Do Republicans And Democrats Actually Agree On Giving People With Kids Money?
Democrats are pushing for at least $3,000-per-child benefit for millions of families, days after Republican Sen. Mitt Romney introduced a plan for monthly child relief payments.
Congressional Democrats on Monday introduced legislation to fill a gap where the United States has historically lagged behind other developed nations: providing ample monthly child care benefits.
The proposed legislation came after Democrats in both chambers last week worked to advance President Joe Biden’s $1.9 trillion COVID-19 relief package by opening a path to passing it without Republican support. Biden called for increased child care tax credits in his relief plan.
“By paying it out monthly, this money is going to be the difference in a roof over someone's head or food on their table,” Rep. Richard Neal (D-MA), chair of the Ways and Means Committee, said in a statement to CNN.
NowThis reached out to Neal’s office and the House Ways and Means Committee for comment.
Separately, Sen. Mitt Romney of Utah — who as New York Magazine noted once said he was “not concerned about the very poor” while running for president in 2012 — last week also proposed a child benefit program. Romney’s Family Security Act would provide “$350 a month for each young child, and $250 a month for each school-aged child.” Under the plan, families could collect up to $1,250 a month, and could begin collecting the money within four months of a child’s due date.
Vox reported that “Romney doesn’t want his plan to add to the deficit, and he wants to simplify the set of child-related benefits the government currently offers. So his plan would pay for the child allowance by eliminating a number of other programs, including some that mostly benefit the poor.”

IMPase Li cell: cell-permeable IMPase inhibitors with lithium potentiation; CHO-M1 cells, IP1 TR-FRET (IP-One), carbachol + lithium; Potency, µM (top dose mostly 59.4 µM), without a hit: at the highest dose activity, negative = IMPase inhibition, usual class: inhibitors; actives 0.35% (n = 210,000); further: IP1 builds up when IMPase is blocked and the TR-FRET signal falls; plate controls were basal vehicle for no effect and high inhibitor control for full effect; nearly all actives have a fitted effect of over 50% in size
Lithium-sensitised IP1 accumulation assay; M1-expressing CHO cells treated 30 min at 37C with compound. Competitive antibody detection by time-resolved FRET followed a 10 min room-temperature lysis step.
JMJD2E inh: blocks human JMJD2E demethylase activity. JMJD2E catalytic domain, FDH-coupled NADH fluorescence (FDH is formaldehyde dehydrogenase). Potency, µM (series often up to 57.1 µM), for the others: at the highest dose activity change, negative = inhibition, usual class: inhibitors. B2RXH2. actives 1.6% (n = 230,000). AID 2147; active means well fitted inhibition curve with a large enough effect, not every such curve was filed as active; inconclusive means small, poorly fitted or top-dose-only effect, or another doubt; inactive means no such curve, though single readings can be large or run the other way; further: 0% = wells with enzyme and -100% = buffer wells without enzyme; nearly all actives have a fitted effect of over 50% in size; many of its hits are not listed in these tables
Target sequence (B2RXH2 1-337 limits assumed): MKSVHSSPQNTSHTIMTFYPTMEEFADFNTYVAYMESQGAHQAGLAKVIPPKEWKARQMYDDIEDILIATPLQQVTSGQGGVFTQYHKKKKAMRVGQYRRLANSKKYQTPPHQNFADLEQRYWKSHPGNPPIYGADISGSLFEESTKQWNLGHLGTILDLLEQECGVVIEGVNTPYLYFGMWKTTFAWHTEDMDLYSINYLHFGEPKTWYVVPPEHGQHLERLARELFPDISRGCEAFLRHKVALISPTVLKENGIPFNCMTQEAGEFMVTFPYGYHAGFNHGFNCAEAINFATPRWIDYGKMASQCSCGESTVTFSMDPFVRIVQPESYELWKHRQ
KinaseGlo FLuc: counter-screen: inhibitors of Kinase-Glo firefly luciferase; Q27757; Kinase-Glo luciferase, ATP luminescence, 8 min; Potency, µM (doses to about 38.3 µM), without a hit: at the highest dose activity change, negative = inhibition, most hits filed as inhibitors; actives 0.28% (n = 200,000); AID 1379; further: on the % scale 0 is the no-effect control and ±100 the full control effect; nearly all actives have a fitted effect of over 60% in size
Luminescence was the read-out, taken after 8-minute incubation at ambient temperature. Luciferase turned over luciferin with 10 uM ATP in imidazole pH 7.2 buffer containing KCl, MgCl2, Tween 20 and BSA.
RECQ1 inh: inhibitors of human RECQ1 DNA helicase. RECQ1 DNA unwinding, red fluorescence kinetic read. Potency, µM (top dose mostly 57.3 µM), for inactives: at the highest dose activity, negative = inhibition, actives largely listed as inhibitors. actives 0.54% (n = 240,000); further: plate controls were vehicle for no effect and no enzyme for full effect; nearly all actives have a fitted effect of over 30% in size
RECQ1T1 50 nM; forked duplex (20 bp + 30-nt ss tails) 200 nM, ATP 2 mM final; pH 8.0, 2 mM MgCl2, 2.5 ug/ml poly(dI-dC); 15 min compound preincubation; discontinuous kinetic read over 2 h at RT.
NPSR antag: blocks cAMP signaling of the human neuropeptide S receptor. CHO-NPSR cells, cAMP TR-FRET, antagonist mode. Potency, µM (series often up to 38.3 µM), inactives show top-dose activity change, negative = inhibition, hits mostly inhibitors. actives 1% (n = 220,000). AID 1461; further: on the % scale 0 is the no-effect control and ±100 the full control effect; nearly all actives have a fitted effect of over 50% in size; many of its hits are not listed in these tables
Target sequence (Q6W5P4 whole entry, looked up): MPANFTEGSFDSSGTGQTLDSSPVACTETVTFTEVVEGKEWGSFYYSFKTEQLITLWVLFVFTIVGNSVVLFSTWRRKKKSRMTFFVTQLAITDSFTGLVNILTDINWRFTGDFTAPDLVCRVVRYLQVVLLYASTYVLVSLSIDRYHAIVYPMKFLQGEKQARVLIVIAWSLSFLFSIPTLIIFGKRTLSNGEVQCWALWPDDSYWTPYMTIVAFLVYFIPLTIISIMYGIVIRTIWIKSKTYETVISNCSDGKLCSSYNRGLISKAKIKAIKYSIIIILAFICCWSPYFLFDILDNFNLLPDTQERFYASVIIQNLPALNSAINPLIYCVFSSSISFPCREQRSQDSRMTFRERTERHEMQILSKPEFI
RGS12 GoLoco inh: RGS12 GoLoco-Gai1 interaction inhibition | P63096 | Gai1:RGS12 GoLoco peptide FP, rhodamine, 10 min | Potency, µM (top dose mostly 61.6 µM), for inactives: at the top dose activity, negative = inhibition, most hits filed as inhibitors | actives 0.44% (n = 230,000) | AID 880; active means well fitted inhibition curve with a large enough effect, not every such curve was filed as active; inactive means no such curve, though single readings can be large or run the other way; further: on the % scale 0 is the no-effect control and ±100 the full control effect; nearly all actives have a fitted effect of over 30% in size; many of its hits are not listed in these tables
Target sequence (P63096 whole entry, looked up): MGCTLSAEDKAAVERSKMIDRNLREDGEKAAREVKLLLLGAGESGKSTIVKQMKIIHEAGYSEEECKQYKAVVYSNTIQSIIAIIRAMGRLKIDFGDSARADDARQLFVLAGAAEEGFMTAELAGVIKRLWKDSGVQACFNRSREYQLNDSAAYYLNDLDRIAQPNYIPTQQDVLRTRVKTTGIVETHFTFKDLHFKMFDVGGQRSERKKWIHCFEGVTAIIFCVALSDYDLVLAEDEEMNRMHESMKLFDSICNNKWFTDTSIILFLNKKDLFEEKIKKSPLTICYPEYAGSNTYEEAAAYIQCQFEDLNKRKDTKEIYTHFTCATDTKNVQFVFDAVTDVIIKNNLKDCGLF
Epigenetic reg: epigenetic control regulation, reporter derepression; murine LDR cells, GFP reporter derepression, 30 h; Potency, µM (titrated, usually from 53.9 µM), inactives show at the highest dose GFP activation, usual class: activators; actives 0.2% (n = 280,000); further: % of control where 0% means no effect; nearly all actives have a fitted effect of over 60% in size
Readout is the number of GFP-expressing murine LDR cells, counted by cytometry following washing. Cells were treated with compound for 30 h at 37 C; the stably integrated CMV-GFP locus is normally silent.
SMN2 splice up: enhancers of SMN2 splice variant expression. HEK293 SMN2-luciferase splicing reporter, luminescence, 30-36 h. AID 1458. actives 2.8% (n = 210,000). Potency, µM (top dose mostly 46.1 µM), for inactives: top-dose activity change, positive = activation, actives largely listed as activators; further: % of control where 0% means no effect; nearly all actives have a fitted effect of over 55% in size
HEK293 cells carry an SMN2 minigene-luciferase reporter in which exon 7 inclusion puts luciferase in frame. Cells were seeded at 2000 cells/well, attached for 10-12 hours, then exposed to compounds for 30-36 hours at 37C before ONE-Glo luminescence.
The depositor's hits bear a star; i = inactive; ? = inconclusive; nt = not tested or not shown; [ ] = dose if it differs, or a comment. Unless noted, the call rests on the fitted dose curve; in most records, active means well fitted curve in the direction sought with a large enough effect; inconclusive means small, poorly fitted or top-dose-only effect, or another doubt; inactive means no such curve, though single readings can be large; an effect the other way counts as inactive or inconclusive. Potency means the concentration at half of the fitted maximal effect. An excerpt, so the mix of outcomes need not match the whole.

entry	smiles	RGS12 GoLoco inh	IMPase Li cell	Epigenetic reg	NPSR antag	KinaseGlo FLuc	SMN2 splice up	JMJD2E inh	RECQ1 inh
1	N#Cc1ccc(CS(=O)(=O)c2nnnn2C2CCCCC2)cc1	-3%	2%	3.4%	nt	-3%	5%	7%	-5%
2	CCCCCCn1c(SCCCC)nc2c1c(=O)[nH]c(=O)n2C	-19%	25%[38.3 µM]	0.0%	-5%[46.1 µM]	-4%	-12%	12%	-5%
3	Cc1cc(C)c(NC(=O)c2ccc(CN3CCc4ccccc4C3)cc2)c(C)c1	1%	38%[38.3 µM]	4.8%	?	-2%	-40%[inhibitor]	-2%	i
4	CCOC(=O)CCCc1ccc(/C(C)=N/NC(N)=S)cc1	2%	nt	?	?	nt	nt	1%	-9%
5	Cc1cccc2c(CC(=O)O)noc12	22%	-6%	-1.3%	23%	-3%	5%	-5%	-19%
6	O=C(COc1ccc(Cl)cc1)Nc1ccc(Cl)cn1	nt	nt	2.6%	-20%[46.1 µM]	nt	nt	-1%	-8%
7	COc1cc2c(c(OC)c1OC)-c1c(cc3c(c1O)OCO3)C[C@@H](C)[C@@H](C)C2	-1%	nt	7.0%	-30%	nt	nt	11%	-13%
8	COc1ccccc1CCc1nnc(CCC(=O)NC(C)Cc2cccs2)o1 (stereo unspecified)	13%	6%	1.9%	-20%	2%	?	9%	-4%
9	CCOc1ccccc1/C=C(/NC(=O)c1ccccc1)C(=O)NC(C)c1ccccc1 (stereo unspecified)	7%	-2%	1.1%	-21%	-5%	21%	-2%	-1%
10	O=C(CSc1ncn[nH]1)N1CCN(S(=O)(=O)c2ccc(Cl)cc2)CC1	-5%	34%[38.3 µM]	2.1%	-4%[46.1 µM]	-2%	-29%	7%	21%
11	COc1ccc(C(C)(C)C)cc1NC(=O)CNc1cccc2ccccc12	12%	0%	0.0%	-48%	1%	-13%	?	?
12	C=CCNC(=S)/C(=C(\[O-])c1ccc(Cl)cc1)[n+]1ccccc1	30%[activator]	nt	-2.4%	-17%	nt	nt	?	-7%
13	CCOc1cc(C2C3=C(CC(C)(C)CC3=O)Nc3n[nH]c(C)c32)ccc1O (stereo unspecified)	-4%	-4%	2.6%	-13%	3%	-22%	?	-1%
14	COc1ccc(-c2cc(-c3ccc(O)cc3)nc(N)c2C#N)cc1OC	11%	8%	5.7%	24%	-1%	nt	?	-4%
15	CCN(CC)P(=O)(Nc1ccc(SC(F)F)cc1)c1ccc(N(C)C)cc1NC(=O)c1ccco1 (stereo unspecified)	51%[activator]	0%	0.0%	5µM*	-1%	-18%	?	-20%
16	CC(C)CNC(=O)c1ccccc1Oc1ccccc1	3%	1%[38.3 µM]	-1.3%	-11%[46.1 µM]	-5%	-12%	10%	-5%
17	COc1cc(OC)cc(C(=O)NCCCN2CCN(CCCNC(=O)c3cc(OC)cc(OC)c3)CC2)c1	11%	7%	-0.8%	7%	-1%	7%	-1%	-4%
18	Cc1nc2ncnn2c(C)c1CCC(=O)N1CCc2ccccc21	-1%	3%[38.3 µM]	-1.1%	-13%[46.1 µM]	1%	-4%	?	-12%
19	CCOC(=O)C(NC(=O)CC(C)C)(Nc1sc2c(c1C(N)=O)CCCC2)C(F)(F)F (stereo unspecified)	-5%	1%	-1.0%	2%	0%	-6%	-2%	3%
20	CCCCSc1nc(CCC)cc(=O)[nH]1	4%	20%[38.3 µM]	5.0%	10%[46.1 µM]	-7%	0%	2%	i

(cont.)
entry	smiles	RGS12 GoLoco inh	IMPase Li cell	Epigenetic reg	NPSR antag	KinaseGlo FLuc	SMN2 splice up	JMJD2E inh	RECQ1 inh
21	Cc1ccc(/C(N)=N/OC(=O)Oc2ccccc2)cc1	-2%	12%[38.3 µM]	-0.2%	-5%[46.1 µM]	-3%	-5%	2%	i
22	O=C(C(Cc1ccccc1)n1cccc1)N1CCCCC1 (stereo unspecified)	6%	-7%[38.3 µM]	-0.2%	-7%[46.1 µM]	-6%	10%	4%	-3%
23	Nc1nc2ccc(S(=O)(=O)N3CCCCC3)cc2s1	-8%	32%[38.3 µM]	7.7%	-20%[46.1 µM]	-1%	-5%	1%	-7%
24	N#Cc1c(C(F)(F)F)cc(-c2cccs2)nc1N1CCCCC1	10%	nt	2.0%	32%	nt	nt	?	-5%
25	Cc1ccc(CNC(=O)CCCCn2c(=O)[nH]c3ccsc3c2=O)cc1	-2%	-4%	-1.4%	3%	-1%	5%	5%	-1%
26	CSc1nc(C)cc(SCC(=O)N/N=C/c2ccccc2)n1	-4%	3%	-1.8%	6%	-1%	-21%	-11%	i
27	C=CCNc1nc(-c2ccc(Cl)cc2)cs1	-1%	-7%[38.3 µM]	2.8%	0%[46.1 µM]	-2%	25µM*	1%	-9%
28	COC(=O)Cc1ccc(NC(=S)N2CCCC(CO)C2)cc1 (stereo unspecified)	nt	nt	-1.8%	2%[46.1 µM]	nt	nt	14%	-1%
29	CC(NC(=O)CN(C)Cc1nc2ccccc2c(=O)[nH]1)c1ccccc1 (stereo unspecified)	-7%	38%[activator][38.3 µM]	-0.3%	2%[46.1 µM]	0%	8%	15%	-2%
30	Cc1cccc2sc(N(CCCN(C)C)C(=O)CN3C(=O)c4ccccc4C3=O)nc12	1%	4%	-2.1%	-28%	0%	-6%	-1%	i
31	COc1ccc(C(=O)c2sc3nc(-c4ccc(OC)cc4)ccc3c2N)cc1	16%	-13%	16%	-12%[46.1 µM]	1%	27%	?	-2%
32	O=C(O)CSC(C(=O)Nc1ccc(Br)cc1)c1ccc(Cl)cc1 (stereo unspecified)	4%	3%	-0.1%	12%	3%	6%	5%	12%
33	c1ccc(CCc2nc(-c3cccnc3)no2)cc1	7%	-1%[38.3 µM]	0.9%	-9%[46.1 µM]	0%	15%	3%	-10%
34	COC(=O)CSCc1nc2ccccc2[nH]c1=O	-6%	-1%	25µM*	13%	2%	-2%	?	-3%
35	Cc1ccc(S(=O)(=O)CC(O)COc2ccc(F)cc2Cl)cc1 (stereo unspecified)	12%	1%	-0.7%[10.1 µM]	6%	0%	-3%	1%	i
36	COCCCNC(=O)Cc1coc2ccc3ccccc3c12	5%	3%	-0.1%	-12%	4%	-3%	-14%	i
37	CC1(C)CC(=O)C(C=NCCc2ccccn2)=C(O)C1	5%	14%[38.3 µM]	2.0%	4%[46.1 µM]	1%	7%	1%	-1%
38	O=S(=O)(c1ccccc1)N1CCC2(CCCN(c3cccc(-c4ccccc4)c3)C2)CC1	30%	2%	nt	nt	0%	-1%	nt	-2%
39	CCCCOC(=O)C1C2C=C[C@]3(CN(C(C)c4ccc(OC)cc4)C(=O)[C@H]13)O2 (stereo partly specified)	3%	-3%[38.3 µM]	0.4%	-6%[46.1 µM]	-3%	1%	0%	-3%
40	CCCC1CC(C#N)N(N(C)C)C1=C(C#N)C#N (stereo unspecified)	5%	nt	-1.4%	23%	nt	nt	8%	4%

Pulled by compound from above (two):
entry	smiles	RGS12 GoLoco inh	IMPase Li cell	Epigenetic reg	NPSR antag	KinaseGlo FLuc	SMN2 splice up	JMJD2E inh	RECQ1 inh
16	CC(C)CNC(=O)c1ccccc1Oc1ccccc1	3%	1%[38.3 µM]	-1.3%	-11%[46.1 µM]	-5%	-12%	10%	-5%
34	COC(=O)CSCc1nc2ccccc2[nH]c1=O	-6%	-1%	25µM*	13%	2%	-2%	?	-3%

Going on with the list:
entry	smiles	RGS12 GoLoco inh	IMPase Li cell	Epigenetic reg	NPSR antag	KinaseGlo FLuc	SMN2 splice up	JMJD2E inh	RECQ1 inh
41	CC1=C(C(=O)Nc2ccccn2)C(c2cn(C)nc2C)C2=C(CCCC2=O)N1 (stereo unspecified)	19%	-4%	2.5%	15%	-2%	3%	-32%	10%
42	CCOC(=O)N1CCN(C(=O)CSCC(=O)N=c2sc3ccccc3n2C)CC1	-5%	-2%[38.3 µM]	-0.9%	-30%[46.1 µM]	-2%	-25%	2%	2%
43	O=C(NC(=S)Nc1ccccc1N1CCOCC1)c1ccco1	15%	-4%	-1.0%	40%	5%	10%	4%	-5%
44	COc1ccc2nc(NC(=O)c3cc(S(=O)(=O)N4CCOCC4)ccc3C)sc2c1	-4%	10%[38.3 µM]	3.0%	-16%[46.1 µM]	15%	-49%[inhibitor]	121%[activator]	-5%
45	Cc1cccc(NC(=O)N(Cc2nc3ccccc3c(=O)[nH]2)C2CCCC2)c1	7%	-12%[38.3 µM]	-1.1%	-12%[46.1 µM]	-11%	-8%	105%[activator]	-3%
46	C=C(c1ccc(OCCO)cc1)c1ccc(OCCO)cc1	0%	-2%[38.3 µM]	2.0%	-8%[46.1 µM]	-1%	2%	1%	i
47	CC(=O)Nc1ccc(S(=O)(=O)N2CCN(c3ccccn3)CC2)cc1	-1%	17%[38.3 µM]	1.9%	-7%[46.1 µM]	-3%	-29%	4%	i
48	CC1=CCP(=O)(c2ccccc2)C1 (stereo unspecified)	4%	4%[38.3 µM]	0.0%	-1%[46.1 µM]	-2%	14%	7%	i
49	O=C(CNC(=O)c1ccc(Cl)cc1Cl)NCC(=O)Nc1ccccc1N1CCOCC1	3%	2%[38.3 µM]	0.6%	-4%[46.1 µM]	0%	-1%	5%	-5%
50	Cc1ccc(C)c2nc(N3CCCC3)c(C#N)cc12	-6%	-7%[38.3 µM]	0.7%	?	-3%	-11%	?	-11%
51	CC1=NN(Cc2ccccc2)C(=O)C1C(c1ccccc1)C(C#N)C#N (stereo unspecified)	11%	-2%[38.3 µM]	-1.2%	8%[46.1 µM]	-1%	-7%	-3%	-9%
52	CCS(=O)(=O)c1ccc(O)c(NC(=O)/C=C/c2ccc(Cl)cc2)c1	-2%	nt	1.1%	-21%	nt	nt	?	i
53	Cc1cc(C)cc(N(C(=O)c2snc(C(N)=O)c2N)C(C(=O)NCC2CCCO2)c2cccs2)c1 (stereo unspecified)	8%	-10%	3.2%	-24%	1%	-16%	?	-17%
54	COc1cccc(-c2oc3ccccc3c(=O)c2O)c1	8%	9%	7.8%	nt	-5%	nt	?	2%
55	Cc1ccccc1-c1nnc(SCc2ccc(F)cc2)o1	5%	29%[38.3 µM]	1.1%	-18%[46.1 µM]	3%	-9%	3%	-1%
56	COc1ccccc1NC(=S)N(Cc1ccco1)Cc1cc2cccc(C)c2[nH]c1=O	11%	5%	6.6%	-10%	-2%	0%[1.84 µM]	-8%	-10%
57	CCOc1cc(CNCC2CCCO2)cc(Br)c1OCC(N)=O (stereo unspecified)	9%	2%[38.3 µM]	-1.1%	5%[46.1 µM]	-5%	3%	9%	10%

Currently, the child care tax credit in the U.S. is $2,000 annually per child under the age of 17. The Democrats’ plan works differently than Romney’s.
Under the proposal, the government would provide benefits of $3,600-per-child under 6 and $3,000-per-child between 6 and 17. Read more about the fine print of how the child tax credit would work. According to The Washington Post, which first reported on the Democrats’ child care benefit plans, “the size of the benefit would diminish for Americans earning more than $75,000 per year, as well as for couples jointly earning more than $150,000 per year.”
People could start receiving payments in July, The Post reported. Like other forms of direct cash relief the government has provided throughout the pandemic, eligibility for the payments will be based on income.
Ian McKenna contributed to this report. This story has been updated to reflect that Democrats introduced the legislation.